The ruling coalition on Tuesday said there are no plans to impose additional taxes to meet reported demands of the International Monetary Fund (IMF) over revenue shortfall, adding the Federal Board of Revenue (FBR) was aiming to make up the difference through administrative measures related to smuggling and under-valuations.
Briefing the National Assembly’s Standing Committee on Finance and Revenue, FBR Chairman Asim Ahmed said domestic tax collection in the ongoing fiscal year had been as expected, but overall collections had suffered due to a restriction on imports. Noting that the loss of import taxes had been covered by domestic taxes in the first quarter, he warned that going forward domestic taxes would also suffer because of foreign compression.
To a question on reports of the IMF demanding additional revenue measures and the government considering the imposition of new taxes, the FBR chief said there were no plans to impose any new taxes. However, he did not confirm or deny the IMF’s demands. He said the FBR was on track for revenue collection thus far, adding that any impact of a lower GDP or mounting inflation would be examined if it became a persistent factor. Noting that the IMF had expressed satisfaction over tax revenues last month, he warned that political and economic instability might trigger a drop in revenues in the coming months.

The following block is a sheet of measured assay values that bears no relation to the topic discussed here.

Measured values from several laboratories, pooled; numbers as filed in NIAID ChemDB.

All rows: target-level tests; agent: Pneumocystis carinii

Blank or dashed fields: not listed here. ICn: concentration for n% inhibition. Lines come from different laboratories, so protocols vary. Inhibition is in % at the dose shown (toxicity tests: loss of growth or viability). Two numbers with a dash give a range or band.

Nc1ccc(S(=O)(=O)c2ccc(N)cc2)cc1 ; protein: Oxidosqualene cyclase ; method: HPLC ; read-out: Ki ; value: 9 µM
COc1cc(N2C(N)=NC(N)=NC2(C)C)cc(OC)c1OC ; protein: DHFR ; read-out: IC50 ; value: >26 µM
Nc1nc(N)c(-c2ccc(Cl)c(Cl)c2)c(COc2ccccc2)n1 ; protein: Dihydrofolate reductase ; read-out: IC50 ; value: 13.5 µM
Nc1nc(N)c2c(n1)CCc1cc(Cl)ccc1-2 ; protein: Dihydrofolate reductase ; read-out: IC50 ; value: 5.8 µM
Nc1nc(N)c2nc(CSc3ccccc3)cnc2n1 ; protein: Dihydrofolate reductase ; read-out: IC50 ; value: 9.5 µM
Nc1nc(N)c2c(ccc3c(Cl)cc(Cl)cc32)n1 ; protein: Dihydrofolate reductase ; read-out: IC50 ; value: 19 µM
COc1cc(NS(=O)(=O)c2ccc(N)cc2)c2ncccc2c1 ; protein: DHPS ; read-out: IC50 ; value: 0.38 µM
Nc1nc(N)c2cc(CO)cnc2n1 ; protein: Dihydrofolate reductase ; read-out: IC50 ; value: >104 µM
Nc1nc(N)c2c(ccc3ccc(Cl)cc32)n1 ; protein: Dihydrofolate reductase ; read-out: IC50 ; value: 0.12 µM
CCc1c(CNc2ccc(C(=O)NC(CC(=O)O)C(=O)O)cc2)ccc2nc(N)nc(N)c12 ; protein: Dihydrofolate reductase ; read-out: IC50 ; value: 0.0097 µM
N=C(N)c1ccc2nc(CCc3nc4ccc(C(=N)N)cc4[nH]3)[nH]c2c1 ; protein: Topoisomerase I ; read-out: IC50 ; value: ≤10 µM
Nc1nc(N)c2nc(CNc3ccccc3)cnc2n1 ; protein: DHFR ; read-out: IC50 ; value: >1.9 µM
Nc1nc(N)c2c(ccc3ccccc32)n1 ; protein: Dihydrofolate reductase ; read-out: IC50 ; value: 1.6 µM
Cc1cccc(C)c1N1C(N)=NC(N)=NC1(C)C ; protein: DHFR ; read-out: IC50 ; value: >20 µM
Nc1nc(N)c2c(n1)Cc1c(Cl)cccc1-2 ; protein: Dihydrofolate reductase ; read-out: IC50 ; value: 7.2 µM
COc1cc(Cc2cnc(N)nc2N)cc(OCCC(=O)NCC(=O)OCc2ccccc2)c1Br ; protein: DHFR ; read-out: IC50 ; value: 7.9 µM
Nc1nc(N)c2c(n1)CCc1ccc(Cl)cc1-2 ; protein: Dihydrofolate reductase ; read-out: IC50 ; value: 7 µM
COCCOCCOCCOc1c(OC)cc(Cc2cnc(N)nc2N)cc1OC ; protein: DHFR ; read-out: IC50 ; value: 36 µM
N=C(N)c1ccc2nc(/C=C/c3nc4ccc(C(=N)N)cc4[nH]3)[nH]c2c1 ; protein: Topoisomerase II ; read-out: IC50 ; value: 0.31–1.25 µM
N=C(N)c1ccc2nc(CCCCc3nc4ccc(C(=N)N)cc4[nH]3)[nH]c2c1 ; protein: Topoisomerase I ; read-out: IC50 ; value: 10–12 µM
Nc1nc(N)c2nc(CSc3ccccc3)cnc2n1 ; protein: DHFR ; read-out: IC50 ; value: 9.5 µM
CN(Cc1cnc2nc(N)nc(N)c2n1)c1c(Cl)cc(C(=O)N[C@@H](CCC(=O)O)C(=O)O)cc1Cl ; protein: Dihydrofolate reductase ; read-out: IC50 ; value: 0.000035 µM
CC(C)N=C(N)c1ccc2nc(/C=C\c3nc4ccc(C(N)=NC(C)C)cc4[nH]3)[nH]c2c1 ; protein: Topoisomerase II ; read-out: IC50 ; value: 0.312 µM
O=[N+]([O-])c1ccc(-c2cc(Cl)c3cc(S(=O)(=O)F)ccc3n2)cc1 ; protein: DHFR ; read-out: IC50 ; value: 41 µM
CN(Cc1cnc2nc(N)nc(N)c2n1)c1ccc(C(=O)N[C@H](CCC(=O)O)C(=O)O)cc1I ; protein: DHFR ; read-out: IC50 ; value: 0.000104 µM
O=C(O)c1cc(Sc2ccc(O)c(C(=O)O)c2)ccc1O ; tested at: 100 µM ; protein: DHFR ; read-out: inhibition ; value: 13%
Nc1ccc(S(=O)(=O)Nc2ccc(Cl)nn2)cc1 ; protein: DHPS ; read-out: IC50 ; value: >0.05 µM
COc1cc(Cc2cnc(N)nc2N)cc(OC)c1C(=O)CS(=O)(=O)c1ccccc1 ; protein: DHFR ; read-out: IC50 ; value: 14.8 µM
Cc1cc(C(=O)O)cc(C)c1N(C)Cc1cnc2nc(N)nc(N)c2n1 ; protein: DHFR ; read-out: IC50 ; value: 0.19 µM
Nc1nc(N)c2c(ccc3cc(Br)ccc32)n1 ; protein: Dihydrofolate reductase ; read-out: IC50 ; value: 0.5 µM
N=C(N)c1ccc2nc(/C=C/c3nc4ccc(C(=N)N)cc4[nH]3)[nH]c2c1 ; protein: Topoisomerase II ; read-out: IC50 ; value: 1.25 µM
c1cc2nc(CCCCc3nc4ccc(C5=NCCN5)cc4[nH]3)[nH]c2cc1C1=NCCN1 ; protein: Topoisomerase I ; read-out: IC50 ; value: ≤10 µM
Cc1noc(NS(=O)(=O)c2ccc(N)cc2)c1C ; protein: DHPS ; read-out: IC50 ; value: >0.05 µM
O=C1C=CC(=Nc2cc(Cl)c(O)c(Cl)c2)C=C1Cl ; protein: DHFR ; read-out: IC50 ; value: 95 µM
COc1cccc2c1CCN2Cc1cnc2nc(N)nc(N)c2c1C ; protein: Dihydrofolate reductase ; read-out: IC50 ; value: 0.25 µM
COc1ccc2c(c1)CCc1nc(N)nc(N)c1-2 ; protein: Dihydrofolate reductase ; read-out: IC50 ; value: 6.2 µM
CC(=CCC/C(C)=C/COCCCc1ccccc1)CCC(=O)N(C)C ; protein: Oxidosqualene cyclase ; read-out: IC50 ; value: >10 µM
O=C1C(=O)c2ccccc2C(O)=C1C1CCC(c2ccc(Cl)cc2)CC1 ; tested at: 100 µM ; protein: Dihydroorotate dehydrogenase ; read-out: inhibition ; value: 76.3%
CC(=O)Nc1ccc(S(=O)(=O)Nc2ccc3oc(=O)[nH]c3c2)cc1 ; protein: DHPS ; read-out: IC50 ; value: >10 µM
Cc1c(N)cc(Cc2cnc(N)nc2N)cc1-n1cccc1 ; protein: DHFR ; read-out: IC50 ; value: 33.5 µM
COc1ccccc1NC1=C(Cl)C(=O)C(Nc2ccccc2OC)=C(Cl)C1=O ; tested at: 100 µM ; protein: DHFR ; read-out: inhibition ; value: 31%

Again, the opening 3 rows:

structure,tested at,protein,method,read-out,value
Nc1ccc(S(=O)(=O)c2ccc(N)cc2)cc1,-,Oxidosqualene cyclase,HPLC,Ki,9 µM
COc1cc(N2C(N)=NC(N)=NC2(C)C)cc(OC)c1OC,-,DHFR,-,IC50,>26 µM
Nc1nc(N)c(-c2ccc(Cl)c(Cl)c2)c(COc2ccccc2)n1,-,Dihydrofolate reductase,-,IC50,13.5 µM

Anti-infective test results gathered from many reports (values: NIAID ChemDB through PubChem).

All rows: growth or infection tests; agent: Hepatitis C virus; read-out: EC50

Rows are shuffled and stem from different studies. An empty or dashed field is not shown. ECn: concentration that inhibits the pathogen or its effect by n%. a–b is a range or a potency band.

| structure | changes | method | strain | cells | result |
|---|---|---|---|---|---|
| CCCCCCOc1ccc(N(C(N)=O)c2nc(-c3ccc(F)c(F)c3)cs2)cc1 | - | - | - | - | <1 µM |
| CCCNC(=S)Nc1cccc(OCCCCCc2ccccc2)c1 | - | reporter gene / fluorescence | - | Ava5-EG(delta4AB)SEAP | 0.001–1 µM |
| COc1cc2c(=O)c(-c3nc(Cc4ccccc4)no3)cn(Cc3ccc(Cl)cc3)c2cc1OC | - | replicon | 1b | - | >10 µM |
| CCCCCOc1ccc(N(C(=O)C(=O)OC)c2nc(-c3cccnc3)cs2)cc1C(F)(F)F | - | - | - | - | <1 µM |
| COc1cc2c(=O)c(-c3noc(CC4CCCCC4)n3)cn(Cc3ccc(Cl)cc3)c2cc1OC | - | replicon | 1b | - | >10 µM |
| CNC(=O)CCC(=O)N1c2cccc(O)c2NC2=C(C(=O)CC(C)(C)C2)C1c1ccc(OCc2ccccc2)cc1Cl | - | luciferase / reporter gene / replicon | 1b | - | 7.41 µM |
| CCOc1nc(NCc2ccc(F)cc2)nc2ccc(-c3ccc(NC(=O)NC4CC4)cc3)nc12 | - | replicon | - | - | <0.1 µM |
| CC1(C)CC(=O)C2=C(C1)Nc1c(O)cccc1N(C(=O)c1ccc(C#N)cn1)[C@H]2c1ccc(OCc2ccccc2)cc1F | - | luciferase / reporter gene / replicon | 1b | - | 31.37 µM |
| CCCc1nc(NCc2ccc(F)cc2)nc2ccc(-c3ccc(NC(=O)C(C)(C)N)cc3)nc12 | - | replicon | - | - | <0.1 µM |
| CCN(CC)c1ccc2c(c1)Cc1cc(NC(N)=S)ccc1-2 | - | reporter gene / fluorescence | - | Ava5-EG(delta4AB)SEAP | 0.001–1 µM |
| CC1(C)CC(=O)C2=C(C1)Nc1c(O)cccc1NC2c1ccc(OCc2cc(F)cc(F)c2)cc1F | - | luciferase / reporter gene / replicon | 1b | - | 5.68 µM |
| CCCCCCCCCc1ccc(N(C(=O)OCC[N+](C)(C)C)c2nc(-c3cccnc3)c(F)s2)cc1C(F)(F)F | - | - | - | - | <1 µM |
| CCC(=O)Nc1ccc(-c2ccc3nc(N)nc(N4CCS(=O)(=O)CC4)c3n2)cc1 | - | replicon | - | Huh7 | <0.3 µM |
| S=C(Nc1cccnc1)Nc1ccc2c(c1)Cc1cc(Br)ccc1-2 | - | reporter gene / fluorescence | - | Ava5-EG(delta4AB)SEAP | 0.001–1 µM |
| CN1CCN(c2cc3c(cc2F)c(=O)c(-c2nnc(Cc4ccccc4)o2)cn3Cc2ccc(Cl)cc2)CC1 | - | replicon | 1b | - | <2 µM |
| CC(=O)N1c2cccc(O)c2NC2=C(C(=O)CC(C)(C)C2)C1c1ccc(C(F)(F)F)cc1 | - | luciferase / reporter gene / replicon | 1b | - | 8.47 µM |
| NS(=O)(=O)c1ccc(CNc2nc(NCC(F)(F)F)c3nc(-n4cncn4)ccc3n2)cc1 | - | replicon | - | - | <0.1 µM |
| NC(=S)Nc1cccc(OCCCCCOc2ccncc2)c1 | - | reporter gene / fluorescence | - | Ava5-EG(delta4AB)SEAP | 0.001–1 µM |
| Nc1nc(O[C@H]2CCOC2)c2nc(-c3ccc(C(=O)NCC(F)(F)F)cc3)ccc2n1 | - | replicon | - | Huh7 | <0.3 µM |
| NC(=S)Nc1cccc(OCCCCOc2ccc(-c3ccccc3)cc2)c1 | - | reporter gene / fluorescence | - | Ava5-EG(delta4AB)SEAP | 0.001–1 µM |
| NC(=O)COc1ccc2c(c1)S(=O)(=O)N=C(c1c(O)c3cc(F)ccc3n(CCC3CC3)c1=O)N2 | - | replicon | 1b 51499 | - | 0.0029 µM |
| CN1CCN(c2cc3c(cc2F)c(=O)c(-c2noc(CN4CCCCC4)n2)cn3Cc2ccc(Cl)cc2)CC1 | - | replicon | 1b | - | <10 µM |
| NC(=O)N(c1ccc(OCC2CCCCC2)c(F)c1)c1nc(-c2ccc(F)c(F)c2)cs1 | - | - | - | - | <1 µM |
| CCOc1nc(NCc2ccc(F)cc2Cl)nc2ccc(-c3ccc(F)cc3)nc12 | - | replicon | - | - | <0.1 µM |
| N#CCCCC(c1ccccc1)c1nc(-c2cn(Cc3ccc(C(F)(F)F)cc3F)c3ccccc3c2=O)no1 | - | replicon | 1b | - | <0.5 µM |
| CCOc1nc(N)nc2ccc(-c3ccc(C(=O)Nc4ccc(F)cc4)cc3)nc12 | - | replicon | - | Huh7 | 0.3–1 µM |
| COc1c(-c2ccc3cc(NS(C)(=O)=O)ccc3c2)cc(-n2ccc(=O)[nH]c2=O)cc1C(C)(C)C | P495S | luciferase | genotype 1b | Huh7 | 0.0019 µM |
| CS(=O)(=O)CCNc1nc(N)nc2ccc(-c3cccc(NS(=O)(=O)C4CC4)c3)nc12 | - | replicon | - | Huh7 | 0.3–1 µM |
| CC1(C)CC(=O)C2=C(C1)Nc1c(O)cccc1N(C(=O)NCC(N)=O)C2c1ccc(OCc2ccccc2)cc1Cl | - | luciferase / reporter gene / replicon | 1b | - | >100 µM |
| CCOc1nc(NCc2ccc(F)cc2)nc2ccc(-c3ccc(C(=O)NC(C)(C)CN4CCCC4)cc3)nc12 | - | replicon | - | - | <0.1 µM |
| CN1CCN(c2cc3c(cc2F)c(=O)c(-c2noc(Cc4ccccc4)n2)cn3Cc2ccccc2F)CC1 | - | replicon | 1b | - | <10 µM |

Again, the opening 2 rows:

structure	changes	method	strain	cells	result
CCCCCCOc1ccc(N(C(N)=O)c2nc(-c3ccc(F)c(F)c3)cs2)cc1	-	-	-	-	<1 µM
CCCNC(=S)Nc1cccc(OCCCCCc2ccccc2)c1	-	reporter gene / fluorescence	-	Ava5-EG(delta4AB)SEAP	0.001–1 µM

According to the FBR, it has collected Rs. 2.149 trillion between July and October 2022, achieving its income tax target, but failing to meet its sales tax and customs duty targets. Ahmed said the rate of direct taxes in the total tax revenue was 62 percent, adding Rs. 52 billion had been collected in the last fiscal year through income tax returns. He said tax-to-GDP rate is currently at 9 percent, noting it had been decreased due to the rebasing of GDP.
Impact of floods
In her briefing, State Minister for Finance Aisha Ghaus Pasha said that nine million people had fallen below the poverty line due to this year’s floods, adding that economic growth rate might also fail to achieve its target by over 2 percent. She said the Pakistani delegation had conducted 54 meetings with the IMF, the World Bank, and other officials in a recent visit to America, adding the global lenders had been briefed on revenue generation as well the impact of this year’s floods.
Noting that the IMF Board was likely to grant some concessions in loans to Pakistan, she said detailed discussions over this issue would be held at the end of November. Reiterating that the Ministry of Planning had estimated $30 billion in losses due to floods, she said the government had already spent Rs. 120 billion in providing cash handouts to flood-affected people. Thus far, she said, commitments were in place for Pakistan to receive a $500 million grant from the World Bank and a $1.5 billion loan from the Asian Development Bank (ADB).
The U.N., she said, was also playing its role in helping Pakistan receive compensation for climate change-induced damage.
Pasha admitted the government had undertaken a series of structural adjustments rapidly, but stressed that the weaknesses in the national economy had developed over several years. “Pakistan would have to make further structural changes to stabilize the economy,” she warned.